Sarah's Take: Tom Goodwin
Tom Goodwin did not join the Los Angeles Dodgers until July 31, but he has made his contributions to them since then. Though Goodwin strikes out too much for a lead-off hitter, he had a better on-base percentage than other Dodger lead-off hitters. His speed helped both the offense and defense. Because of his strikeouts, many Dodger fans do not want to keep Goodwin for the upcoming season, but Goodwin probably will be the Dodger center fielder in 2001.
Tom Goodwin had a good year in Colorado marred by a nagging groin injury before the Rockies traded him to Los Angeles. With the Rockies Goodwin had a .271 batting average, five home runs, and 47 RBI. Though he did not do as well in Los Angeles as he did in Denver, with the Dodgers he had a .251 batting average, one home run, and 11 RBI. His on-base percentage of .310 was brutal for a lead-off hitter. He cannot make solid contact with fastballs resulting in many strikeouts. While with the Dodgers, Goodwin had 41 strikeouts and 18 walks. Using sheer speed instead of getting good jumps, he has stolen a lot of bases during his career. With the Dodgers this year Goodwin stole sixteen bases and was caught three times. In 2000 he stole 55 bases, the second most in the National League.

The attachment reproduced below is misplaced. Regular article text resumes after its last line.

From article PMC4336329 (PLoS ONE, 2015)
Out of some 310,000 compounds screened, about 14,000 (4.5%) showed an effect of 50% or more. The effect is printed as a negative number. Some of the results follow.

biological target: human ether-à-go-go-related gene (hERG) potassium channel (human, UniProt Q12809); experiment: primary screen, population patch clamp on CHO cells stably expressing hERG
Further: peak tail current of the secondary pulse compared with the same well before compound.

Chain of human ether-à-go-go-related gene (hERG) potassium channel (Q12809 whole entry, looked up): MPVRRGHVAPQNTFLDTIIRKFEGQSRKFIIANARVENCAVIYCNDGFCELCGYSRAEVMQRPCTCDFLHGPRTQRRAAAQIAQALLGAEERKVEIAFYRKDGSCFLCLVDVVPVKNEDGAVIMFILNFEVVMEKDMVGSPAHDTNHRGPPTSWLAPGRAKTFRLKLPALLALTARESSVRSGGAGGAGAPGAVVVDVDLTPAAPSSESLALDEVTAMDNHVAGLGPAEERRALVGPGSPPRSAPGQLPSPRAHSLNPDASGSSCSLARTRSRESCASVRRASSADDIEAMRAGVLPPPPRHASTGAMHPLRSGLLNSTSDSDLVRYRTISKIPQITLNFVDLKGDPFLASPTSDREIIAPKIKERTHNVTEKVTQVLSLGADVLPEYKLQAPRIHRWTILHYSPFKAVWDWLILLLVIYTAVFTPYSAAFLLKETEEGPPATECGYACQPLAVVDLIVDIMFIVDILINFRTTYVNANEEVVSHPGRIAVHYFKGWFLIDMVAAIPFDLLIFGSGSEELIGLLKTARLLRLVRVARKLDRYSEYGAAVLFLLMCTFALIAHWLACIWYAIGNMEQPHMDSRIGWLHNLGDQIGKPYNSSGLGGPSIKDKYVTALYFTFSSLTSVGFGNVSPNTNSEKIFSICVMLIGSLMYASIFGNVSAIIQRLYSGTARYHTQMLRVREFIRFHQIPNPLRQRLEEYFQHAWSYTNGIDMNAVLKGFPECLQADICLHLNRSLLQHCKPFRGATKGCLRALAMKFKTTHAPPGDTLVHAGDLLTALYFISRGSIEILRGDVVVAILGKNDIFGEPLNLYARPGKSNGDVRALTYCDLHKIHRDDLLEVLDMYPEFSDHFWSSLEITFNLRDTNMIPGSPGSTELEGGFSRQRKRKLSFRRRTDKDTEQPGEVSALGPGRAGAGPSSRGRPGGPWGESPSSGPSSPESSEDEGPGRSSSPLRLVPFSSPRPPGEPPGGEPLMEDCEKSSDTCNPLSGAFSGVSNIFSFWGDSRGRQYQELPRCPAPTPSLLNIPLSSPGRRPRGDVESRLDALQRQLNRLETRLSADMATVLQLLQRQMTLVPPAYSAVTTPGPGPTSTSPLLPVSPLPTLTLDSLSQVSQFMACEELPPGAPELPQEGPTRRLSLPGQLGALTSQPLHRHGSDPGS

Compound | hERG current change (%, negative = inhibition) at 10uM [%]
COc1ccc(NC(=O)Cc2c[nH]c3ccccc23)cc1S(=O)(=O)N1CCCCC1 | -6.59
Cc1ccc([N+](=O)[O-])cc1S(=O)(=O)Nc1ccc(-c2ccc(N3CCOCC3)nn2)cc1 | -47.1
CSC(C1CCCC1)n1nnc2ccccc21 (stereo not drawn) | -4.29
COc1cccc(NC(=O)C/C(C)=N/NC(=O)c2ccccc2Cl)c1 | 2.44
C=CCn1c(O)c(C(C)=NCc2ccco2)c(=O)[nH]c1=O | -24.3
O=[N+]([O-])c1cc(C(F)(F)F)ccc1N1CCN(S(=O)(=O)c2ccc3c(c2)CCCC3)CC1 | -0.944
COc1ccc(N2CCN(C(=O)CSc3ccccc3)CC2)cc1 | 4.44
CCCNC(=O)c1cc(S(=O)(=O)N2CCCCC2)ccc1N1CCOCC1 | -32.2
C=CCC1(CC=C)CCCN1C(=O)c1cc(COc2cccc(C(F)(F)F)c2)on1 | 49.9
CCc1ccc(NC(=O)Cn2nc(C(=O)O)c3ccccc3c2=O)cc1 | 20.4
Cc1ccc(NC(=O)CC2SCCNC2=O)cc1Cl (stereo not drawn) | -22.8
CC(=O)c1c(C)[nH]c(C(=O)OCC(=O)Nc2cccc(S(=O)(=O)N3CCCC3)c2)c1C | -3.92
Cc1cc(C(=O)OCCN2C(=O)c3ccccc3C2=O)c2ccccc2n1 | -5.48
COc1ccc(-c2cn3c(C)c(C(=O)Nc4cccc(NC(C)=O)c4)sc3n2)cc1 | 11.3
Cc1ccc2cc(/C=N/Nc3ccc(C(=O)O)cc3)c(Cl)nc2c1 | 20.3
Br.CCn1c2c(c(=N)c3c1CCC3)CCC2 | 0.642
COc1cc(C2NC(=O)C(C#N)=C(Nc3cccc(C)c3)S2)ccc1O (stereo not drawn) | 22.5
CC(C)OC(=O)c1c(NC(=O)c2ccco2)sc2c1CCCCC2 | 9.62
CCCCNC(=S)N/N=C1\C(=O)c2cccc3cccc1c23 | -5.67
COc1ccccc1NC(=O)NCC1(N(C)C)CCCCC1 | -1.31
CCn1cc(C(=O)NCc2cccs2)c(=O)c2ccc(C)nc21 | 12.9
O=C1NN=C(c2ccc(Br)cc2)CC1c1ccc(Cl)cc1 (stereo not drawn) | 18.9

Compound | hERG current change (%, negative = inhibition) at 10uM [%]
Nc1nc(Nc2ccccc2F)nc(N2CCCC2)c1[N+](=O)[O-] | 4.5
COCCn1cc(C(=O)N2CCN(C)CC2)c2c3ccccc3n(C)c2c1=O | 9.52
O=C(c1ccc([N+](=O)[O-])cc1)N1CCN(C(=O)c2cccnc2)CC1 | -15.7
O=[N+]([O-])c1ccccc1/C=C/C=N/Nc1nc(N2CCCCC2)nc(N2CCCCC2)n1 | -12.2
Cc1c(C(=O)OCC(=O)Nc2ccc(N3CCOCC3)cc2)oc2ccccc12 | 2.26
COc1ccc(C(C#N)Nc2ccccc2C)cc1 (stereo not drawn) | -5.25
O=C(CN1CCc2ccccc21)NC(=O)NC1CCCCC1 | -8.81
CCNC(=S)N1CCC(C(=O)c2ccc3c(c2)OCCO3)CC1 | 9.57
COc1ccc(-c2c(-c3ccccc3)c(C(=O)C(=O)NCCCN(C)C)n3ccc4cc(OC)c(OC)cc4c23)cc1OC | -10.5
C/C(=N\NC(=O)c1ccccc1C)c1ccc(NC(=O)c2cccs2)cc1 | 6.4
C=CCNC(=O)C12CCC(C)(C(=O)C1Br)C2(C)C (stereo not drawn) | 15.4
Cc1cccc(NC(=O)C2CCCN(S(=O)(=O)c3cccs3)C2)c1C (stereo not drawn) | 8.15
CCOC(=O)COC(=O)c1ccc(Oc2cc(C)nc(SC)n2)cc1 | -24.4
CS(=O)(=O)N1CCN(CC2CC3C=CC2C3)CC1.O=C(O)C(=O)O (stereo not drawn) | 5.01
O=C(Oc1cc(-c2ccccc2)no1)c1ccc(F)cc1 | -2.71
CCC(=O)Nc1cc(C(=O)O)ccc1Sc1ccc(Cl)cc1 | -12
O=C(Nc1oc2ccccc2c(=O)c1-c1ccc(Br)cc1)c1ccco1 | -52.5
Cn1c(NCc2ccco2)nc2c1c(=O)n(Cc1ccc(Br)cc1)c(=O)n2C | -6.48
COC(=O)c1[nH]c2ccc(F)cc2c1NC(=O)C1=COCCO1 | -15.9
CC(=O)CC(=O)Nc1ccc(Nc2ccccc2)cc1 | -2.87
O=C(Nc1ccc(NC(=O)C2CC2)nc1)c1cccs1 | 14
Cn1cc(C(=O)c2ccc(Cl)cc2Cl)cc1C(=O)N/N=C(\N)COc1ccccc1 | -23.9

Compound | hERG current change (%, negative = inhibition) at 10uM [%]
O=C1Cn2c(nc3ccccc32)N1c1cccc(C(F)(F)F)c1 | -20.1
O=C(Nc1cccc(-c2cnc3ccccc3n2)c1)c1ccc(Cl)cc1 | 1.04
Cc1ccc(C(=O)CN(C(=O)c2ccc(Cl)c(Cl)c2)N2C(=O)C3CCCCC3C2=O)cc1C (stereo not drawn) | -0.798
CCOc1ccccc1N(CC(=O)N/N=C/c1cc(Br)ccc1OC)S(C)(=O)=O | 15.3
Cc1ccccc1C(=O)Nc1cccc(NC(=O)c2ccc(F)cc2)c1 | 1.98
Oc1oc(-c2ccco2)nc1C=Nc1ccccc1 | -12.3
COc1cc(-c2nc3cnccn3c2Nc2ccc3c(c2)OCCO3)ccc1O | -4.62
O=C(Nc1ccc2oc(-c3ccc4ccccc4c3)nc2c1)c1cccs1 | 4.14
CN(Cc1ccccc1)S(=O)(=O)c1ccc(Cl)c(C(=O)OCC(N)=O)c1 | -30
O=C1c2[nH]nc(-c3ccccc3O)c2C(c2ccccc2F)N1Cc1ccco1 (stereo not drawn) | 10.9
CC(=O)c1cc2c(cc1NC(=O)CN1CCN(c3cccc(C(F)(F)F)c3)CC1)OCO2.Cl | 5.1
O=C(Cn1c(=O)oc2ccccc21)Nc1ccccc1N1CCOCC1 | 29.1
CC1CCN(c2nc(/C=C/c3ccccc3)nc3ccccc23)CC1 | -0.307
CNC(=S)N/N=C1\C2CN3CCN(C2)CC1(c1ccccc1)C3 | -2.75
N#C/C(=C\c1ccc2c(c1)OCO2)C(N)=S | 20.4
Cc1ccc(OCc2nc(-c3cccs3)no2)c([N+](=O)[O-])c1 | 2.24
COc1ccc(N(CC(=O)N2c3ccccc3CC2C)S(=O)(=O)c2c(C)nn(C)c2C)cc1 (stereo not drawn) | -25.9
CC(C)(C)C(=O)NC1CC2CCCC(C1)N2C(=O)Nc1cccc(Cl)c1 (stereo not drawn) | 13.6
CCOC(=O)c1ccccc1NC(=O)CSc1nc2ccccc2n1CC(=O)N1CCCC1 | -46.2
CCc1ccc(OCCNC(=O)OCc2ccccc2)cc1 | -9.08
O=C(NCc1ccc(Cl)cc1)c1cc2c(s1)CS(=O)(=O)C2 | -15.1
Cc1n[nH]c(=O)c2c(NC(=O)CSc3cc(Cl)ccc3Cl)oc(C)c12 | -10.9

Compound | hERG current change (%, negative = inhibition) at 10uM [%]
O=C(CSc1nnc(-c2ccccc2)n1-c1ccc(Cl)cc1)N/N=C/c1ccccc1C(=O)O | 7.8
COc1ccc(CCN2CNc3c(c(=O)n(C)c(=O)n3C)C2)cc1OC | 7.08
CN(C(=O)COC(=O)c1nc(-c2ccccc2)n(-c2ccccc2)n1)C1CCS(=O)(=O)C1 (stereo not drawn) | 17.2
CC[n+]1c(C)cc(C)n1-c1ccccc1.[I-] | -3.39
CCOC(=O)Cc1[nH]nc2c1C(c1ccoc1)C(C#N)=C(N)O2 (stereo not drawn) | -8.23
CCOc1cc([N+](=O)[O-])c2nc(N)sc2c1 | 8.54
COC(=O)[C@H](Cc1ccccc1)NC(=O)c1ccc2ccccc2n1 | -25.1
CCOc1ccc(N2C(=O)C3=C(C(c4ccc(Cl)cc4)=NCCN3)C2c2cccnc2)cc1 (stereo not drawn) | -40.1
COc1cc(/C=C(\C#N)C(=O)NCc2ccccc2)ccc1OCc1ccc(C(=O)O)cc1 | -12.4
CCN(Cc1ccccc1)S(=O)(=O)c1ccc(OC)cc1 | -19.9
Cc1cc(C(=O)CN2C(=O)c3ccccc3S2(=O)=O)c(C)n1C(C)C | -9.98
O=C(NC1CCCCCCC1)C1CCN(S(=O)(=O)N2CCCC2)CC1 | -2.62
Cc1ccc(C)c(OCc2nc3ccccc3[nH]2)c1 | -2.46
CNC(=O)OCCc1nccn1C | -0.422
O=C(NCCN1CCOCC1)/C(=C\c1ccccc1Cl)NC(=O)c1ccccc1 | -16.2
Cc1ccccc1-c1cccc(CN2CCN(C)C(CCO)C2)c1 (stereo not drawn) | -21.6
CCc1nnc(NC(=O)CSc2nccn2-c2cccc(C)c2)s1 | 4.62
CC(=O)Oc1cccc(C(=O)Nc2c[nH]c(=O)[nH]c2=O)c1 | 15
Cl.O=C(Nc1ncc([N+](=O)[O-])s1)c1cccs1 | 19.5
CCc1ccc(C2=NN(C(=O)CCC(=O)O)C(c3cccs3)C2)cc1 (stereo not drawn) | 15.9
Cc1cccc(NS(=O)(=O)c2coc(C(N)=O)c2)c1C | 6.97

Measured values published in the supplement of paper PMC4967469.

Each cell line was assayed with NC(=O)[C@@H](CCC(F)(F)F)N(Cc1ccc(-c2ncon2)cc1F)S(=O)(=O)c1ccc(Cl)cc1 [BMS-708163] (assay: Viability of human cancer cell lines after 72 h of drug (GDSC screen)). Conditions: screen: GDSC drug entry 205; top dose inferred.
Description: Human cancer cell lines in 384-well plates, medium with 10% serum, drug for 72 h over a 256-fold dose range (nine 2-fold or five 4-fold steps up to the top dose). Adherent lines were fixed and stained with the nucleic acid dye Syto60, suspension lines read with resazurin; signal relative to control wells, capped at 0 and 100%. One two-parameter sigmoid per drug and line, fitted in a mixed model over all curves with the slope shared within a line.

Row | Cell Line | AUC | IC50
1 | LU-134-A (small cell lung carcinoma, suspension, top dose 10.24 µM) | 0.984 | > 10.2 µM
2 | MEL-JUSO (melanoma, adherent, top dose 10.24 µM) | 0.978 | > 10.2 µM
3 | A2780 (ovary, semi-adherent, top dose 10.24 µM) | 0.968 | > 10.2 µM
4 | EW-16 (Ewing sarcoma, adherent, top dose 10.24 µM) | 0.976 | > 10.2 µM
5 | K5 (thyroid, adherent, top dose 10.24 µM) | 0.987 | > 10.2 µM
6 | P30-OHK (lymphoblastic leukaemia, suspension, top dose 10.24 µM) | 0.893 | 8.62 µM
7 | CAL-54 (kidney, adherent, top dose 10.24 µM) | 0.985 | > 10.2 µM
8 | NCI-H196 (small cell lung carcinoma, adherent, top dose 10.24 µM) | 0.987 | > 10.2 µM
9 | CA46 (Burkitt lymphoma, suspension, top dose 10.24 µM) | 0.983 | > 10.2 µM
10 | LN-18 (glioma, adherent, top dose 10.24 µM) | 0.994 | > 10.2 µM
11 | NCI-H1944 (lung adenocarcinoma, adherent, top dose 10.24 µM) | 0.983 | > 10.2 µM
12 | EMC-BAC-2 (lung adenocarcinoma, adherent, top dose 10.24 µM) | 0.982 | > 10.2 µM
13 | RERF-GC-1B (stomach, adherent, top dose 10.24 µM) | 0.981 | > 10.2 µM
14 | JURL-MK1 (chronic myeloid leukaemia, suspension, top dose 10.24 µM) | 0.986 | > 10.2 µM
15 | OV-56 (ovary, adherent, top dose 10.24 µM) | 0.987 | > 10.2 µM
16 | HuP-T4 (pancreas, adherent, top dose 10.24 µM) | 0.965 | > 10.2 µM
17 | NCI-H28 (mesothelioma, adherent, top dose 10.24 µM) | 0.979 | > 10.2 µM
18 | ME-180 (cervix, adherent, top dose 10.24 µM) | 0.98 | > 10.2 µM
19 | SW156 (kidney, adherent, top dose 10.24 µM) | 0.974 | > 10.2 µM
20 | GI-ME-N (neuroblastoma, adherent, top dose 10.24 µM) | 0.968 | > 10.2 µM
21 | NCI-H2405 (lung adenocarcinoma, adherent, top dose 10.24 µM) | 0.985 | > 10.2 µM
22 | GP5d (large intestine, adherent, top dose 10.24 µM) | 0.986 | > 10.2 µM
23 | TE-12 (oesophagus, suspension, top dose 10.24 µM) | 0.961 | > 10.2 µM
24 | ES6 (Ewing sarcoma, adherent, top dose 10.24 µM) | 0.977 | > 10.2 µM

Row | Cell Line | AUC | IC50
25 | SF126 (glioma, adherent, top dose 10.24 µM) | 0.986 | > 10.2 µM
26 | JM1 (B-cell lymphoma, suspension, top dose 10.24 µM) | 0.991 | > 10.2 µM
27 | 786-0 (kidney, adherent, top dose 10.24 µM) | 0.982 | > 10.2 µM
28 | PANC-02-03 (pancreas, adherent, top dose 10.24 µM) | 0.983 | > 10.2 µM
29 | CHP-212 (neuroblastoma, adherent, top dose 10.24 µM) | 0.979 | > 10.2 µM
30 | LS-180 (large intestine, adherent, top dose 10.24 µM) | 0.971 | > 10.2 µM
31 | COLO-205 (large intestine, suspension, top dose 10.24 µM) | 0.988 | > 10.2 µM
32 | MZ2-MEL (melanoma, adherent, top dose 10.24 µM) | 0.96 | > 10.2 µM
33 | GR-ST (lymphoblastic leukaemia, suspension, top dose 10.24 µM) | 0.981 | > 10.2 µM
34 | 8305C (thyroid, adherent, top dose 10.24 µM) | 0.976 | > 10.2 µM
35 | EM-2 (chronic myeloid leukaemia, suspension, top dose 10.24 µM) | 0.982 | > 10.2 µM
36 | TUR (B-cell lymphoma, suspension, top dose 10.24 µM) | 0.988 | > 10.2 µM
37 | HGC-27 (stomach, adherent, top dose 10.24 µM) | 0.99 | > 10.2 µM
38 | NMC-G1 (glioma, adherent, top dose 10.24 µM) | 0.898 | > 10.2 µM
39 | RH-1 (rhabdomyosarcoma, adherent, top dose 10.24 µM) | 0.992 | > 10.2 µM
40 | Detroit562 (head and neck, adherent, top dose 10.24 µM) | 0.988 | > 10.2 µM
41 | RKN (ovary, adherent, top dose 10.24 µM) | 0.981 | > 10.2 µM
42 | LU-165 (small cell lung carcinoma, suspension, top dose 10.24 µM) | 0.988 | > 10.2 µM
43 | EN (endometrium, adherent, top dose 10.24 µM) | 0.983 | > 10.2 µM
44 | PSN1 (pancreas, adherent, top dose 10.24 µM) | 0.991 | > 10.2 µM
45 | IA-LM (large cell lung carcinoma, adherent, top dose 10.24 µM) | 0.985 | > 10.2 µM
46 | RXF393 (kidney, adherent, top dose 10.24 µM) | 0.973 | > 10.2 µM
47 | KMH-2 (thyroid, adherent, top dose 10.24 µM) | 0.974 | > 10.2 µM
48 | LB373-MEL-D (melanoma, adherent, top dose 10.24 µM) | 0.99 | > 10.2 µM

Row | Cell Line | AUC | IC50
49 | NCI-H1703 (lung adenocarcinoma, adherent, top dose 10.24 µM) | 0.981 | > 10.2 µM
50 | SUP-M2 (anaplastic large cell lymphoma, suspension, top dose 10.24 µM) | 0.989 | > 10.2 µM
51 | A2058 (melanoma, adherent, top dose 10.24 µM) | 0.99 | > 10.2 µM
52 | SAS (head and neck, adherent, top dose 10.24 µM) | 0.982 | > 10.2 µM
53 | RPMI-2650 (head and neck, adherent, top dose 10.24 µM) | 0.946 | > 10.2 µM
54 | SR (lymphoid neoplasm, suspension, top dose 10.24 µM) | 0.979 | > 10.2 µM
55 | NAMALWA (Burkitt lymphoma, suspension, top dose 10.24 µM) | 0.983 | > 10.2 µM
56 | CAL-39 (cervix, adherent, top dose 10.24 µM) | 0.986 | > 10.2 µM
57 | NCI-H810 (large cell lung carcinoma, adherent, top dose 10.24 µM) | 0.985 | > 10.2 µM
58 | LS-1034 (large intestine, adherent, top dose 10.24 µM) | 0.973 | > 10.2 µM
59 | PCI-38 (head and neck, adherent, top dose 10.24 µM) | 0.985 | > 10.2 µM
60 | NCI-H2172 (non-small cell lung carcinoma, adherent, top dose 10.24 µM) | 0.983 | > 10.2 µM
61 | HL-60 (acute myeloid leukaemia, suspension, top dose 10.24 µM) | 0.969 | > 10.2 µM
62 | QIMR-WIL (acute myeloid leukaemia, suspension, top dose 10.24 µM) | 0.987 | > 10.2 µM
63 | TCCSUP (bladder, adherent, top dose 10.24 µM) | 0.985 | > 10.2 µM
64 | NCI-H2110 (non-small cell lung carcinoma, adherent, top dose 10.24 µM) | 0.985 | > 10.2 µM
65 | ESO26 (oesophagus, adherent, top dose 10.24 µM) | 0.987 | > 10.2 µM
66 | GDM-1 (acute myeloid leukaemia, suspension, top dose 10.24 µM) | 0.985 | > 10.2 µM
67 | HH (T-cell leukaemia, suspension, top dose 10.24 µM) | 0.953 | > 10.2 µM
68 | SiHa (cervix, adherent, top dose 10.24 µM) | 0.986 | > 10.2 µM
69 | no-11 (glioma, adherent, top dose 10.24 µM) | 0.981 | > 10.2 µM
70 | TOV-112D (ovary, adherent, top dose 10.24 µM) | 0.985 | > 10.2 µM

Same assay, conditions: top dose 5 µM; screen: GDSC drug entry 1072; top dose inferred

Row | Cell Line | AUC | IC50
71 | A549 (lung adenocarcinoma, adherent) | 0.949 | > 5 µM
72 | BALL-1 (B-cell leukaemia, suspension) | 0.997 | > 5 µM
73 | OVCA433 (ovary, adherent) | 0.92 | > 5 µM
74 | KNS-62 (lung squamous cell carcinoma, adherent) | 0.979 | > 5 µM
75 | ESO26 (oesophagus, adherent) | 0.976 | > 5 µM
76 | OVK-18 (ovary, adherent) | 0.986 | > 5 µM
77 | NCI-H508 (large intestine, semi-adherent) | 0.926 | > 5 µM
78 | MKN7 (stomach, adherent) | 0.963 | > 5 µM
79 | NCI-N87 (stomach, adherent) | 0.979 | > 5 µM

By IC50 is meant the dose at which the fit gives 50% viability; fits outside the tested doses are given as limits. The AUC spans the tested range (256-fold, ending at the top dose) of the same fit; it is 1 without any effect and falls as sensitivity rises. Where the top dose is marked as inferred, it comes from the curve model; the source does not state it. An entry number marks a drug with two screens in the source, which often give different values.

Defensively Goodwin helped the Dodgers immensely. Because his throwing arm is weak, he does not throw out many runners. His speed has enabled him to roam large areas of center field. As a Dodger in 2000 he had a range of 2.55 while the National League had an average range of 1.86. His large range helped Gary Sheffield and Shawn Green field their positions better. In 55 games with the Dodgers he committed no errors.
Though Tom Goodwin is not the best center fielder in the National League, he gave the Dodgers what they needed in 2000. He gave them speed and a stable center fielder. In 2001 he probably will be the Dodger center fielder, but the Dodgers need to find another player to lead-off.